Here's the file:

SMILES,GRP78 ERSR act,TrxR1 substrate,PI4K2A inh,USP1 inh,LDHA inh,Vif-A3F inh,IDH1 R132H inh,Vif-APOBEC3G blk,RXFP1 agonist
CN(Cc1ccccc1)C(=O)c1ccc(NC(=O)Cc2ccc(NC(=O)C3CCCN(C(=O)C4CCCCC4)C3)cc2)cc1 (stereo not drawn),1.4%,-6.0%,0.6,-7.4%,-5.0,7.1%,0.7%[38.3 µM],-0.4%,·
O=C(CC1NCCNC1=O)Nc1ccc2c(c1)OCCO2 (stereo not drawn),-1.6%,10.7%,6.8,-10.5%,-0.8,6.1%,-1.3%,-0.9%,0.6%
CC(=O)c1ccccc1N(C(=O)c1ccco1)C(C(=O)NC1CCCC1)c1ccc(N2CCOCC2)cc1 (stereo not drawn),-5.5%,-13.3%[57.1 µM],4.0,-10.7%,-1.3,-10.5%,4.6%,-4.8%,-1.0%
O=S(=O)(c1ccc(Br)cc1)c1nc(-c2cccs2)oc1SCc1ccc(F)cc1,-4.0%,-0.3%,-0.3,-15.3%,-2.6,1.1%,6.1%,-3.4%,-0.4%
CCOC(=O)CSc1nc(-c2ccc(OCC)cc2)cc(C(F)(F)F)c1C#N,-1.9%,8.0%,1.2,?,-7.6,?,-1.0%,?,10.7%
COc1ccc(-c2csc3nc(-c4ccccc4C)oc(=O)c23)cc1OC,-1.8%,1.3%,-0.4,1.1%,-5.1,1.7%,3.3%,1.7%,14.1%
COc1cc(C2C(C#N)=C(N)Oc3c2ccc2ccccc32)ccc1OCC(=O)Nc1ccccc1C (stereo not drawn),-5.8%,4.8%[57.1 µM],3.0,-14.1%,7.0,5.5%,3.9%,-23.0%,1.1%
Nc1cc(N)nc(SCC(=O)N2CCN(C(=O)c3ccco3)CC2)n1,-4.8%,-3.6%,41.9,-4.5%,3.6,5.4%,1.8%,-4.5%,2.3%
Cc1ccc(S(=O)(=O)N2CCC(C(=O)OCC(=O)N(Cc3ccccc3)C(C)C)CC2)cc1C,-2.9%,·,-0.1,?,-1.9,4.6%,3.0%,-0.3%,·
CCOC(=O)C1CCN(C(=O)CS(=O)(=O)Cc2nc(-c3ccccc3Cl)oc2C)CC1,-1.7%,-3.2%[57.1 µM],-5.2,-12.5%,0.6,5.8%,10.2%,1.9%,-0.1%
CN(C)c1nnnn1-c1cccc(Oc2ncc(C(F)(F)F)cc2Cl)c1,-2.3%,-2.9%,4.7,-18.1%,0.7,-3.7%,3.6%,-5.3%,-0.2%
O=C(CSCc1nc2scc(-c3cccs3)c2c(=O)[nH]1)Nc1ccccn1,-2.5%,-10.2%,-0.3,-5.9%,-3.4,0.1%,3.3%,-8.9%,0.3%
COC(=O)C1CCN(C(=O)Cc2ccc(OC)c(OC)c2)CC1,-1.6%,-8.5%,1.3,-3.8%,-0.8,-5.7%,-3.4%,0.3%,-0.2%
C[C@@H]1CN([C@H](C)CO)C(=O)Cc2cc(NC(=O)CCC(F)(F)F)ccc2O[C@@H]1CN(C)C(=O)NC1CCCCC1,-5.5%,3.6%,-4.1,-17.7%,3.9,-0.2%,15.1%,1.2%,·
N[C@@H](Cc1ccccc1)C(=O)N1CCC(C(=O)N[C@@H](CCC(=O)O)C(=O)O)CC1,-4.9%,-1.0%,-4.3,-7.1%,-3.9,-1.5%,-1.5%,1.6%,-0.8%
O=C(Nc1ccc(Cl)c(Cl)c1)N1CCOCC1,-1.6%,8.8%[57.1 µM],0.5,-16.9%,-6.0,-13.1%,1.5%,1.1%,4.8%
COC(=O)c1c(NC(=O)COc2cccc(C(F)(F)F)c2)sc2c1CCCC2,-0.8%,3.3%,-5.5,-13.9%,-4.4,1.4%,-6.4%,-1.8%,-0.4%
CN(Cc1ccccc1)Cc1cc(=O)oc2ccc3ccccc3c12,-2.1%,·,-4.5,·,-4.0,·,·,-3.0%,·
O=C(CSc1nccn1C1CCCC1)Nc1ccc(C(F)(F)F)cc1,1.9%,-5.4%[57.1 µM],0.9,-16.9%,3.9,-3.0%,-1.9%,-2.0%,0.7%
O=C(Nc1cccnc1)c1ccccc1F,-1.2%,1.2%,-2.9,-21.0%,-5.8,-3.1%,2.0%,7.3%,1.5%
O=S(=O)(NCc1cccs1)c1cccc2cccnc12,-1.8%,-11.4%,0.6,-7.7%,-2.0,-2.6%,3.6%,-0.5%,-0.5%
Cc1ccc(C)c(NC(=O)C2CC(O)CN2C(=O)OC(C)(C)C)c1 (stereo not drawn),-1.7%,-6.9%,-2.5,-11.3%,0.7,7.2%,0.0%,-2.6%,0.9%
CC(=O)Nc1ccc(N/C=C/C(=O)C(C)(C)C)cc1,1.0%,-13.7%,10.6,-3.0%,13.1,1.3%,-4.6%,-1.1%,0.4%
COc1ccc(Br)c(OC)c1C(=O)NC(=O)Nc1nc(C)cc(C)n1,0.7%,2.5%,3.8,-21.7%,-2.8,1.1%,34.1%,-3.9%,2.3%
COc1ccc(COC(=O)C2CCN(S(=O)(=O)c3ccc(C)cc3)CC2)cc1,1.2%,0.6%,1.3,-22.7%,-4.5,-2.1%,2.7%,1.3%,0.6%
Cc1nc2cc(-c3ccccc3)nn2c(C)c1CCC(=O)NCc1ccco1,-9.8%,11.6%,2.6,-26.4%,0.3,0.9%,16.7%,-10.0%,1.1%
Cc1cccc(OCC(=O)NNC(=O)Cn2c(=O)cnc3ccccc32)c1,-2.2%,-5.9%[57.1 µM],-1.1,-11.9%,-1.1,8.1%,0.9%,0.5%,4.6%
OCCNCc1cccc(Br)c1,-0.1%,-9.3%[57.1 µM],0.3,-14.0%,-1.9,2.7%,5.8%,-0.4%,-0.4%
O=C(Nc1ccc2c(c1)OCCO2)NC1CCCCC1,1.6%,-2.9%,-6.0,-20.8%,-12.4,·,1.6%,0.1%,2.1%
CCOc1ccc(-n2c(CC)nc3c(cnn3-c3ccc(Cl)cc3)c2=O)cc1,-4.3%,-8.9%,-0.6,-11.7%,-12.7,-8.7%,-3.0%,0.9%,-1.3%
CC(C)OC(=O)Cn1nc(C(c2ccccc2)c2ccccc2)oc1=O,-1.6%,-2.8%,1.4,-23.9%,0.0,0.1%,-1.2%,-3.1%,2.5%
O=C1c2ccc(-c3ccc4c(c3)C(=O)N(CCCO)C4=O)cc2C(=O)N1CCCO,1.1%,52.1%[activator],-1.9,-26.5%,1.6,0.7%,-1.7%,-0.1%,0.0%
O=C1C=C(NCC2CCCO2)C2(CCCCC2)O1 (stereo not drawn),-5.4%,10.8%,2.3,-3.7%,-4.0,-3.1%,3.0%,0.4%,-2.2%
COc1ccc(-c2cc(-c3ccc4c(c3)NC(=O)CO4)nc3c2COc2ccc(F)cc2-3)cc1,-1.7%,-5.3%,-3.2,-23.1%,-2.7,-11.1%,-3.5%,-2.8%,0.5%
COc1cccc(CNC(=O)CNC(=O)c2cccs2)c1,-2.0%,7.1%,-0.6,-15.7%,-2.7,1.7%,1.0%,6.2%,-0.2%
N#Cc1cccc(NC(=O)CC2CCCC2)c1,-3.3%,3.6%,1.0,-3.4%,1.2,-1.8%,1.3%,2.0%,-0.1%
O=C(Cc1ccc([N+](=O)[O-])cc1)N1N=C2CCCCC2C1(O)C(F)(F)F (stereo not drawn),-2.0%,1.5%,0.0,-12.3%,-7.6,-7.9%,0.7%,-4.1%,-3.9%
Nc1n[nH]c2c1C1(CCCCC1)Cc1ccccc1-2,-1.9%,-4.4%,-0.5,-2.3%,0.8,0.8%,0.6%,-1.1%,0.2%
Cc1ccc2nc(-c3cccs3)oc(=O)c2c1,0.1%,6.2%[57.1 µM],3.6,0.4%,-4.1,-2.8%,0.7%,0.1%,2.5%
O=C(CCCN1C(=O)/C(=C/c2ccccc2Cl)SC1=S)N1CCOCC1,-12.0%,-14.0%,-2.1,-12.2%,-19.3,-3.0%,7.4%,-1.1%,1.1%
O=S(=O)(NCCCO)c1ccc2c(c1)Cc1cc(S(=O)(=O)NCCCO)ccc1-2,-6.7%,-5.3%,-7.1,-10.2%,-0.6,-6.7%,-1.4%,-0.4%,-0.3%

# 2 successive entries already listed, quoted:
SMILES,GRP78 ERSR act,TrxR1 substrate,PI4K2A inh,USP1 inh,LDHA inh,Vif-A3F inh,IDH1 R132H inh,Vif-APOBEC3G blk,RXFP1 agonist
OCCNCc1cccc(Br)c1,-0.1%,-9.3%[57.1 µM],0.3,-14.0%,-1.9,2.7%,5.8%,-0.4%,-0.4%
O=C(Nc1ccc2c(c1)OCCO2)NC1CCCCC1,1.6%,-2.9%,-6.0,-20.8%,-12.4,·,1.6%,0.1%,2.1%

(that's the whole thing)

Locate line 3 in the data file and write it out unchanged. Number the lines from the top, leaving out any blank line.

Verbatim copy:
O=C(CC1NCCNC1=O)Nc1ccc2c(c1)OCCO2 (stereo not drawn),-1.6%,10.7%,6.8,-10.5%,-0.8,6.1%,-1.3%,-0.9%,0.6%